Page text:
Monday, March 6, 2017

The Meaning of Hobbes's Sword - Part II



                                          


If morality requires clear boundaries, fair and equitable rules, and active participation of group members in monitoring and enforcement, it resembles in some ways the conditions that make for successful long-term management of a Common Pool Resource.  Is a moral system, in fact, equivalent to a CPR?


A common pool resource, sometimes called a CPR, is a resource such as a body of water,  irrigation channel,  fishery, alpine meadow, etc., which is held in common. Common Pool Resources are akin to Public Goods such as public roads, in that, if they are available, they are available to everyone.  The thing about CPRs that is different from public goods is that when one takes away from the pool, there is less in the pool.  With public goods this is not the case. Up to a certain point of mass congestion, if I drive on a road, I don’t make the road less available to others.  


But what about morality?  Having it benefits everyone,  but is morality a CPR?  Is there less of it, if more people benefit from it? At first glance It doesn’t seem to work that way at all.  But morality isn’t a resource that gets consumed, it is an institutional system that completely enframes society;  It can be seen as a kind of Social  Capital;  something that’s necessary for human society to get off the ground;  something that affords trust and cooperation and social stability.  But, morality, unlike physical capital, is a living system that can die if it isn’t maintained and nurtured.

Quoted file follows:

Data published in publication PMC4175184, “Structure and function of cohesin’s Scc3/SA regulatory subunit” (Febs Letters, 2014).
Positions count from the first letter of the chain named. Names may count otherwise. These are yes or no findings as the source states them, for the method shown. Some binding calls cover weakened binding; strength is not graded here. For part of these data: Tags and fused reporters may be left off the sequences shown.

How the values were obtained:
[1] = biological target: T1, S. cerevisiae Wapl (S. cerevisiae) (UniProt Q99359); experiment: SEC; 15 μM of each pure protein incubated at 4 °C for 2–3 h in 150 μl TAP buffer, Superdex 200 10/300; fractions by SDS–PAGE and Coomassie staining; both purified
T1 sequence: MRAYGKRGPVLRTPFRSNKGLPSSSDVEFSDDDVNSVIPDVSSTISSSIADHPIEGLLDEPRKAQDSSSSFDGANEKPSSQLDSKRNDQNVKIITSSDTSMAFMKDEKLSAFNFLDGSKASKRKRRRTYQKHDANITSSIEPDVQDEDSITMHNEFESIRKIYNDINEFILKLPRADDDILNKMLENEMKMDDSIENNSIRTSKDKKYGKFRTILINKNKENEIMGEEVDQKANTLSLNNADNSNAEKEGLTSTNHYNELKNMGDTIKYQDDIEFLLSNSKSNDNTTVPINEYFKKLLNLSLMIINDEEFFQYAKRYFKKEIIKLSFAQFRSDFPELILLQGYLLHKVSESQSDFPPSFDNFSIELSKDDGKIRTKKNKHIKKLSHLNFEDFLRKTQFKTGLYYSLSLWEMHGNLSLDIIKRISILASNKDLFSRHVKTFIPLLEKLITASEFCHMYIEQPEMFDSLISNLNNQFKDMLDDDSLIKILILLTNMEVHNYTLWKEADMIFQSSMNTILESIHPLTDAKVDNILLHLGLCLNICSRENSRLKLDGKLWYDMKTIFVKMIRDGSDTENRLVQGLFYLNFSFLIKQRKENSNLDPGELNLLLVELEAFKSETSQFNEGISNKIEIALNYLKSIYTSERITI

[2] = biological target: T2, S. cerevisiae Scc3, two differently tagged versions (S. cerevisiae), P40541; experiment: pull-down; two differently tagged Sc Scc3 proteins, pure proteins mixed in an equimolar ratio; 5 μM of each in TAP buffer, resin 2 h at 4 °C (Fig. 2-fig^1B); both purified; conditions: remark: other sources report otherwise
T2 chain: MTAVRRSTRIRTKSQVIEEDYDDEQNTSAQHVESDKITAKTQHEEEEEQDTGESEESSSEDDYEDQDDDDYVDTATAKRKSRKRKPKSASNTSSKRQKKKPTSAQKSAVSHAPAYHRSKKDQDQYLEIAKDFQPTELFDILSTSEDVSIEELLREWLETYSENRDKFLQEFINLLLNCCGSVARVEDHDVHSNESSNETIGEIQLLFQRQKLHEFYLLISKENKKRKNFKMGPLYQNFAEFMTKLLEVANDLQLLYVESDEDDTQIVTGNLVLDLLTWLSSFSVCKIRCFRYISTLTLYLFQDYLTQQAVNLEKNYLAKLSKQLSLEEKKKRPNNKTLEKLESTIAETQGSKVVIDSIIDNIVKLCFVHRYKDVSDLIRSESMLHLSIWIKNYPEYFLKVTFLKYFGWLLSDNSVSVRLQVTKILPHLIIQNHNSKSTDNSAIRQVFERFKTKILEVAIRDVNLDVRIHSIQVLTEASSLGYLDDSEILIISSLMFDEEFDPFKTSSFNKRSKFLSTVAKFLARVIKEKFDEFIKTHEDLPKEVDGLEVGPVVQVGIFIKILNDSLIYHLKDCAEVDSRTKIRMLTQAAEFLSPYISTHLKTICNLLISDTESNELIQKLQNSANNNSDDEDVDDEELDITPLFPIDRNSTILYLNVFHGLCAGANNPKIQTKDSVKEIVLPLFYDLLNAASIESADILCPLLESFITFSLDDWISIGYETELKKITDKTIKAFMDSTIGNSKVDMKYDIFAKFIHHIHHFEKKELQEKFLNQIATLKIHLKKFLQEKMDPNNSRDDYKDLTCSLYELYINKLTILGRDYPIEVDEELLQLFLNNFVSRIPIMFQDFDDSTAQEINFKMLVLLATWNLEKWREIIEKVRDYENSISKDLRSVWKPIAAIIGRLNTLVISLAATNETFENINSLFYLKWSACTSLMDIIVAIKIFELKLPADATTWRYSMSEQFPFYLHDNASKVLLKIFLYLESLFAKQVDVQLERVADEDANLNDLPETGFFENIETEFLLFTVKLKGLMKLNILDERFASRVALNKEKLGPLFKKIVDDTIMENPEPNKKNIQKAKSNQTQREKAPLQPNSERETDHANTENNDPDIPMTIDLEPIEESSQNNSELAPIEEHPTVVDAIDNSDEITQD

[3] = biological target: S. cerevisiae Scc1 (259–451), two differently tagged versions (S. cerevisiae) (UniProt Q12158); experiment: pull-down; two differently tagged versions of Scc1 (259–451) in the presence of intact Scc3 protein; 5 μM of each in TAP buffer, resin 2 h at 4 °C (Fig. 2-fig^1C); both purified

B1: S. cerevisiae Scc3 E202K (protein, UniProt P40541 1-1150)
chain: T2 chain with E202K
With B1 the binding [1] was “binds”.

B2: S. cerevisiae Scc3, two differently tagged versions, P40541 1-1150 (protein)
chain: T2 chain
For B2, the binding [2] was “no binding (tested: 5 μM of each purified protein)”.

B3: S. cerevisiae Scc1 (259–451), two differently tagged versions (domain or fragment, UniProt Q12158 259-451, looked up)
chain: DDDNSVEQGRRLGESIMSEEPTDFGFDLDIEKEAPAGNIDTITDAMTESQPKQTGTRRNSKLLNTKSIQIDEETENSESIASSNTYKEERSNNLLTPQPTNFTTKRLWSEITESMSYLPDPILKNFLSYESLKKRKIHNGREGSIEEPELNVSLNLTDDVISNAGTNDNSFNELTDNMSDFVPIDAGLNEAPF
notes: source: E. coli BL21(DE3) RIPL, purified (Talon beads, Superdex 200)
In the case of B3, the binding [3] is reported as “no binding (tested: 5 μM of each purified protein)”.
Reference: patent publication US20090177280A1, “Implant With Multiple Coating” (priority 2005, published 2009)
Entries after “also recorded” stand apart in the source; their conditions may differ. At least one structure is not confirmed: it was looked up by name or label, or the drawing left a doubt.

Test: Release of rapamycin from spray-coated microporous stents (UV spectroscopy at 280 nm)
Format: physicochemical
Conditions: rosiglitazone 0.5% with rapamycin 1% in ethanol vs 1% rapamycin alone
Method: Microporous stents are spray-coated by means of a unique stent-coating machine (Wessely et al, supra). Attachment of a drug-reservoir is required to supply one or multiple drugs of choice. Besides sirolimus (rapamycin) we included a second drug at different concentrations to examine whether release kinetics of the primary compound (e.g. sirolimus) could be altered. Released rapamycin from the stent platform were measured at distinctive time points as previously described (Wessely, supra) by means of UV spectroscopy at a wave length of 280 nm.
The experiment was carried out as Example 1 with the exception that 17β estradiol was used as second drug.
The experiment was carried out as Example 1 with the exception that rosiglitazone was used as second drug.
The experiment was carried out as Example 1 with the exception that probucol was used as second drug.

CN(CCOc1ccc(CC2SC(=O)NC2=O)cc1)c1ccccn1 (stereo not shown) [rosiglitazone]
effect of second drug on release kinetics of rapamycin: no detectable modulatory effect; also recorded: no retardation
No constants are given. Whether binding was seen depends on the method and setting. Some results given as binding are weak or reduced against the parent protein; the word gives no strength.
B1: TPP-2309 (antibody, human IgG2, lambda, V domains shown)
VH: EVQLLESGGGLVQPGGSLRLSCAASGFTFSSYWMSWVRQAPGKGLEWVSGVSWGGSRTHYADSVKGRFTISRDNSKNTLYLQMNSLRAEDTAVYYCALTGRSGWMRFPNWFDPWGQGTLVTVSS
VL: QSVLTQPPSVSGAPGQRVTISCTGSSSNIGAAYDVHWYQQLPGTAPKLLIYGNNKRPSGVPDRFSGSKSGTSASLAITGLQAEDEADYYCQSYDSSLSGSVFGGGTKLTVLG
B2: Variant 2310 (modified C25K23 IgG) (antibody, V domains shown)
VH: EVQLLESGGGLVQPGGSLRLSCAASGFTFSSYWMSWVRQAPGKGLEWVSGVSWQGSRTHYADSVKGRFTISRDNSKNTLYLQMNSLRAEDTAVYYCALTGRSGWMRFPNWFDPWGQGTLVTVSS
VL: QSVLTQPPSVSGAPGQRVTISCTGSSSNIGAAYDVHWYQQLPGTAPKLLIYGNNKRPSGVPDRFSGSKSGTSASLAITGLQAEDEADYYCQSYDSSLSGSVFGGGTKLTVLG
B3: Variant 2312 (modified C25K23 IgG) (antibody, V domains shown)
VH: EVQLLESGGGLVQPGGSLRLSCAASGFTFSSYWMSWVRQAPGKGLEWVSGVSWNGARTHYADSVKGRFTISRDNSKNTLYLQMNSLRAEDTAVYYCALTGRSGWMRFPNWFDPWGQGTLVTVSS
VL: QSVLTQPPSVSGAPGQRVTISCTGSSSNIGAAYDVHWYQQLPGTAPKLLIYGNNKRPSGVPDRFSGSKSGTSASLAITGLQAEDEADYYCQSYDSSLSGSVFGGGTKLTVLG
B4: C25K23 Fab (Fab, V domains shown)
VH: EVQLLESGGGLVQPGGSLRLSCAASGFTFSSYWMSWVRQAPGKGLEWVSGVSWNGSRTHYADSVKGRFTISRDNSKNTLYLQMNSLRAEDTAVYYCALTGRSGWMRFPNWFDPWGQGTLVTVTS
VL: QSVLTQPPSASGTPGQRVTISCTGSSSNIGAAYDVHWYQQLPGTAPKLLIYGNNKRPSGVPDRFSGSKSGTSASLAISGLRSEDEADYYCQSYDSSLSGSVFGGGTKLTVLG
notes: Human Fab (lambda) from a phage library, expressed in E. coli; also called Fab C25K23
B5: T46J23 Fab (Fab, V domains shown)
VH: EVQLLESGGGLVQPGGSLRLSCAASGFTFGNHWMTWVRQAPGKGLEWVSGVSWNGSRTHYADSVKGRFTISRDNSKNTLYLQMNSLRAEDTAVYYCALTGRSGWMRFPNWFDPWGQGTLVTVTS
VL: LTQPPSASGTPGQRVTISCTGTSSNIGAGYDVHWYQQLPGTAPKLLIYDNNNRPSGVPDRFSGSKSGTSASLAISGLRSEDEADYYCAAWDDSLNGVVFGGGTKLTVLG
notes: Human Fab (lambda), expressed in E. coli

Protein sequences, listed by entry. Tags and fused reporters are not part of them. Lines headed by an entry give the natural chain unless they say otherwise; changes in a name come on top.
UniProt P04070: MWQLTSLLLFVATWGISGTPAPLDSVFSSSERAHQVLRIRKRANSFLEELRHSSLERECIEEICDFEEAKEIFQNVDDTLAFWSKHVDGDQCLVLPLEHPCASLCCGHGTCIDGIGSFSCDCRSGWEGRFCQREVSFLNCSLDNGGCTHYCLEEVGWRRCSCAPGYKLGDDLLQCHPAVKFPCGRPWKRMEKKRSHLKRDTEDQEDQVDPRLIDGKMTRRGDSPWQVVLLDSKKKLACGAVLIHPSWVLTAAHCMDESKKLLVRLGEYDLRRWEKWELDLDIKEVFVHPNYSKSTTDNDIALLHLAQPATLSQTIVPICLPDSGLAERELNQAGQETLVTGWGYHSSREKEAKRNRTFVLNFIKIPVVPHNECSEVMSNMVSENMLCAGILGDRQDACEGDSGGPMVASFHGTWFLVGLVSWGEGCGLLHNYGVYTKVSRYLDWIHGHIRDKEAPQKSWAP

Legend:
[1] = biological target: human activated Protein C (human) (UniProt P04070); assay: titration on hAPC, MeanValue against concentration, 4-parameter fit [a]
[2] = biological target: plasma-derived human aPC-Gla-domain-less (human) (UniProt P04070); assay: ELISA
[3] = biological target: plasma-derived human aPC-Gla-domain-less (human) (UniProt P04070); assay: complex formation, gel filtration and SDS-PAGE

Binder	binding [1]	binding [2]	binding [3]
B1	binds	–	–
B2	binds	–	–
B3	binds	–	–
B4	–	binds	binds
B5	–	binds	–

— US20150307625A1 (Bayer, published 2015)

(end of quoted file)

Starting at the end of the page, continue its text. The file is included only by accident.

What morality has in common with CPRs is that people who break moral rules undermine the viability of morality, and the larger the proportion of rule-breakers, the more catastrophic it is for a moral system.  Just as with CPRs in order for it to work, it needs everybody to share in rule following, monitoring, and sanctioning any rule-breaking.  


Morality is a common pool resource.  Here’s why:  no human group exists without morality;  morality cannot get off the ground without  universal support within the group;  and once morality does get off the ground, it benefits everybody. All other normative systems are,  by the same argument,CPRs too, because rule following  exists in all human societies and rule following also requires universal support.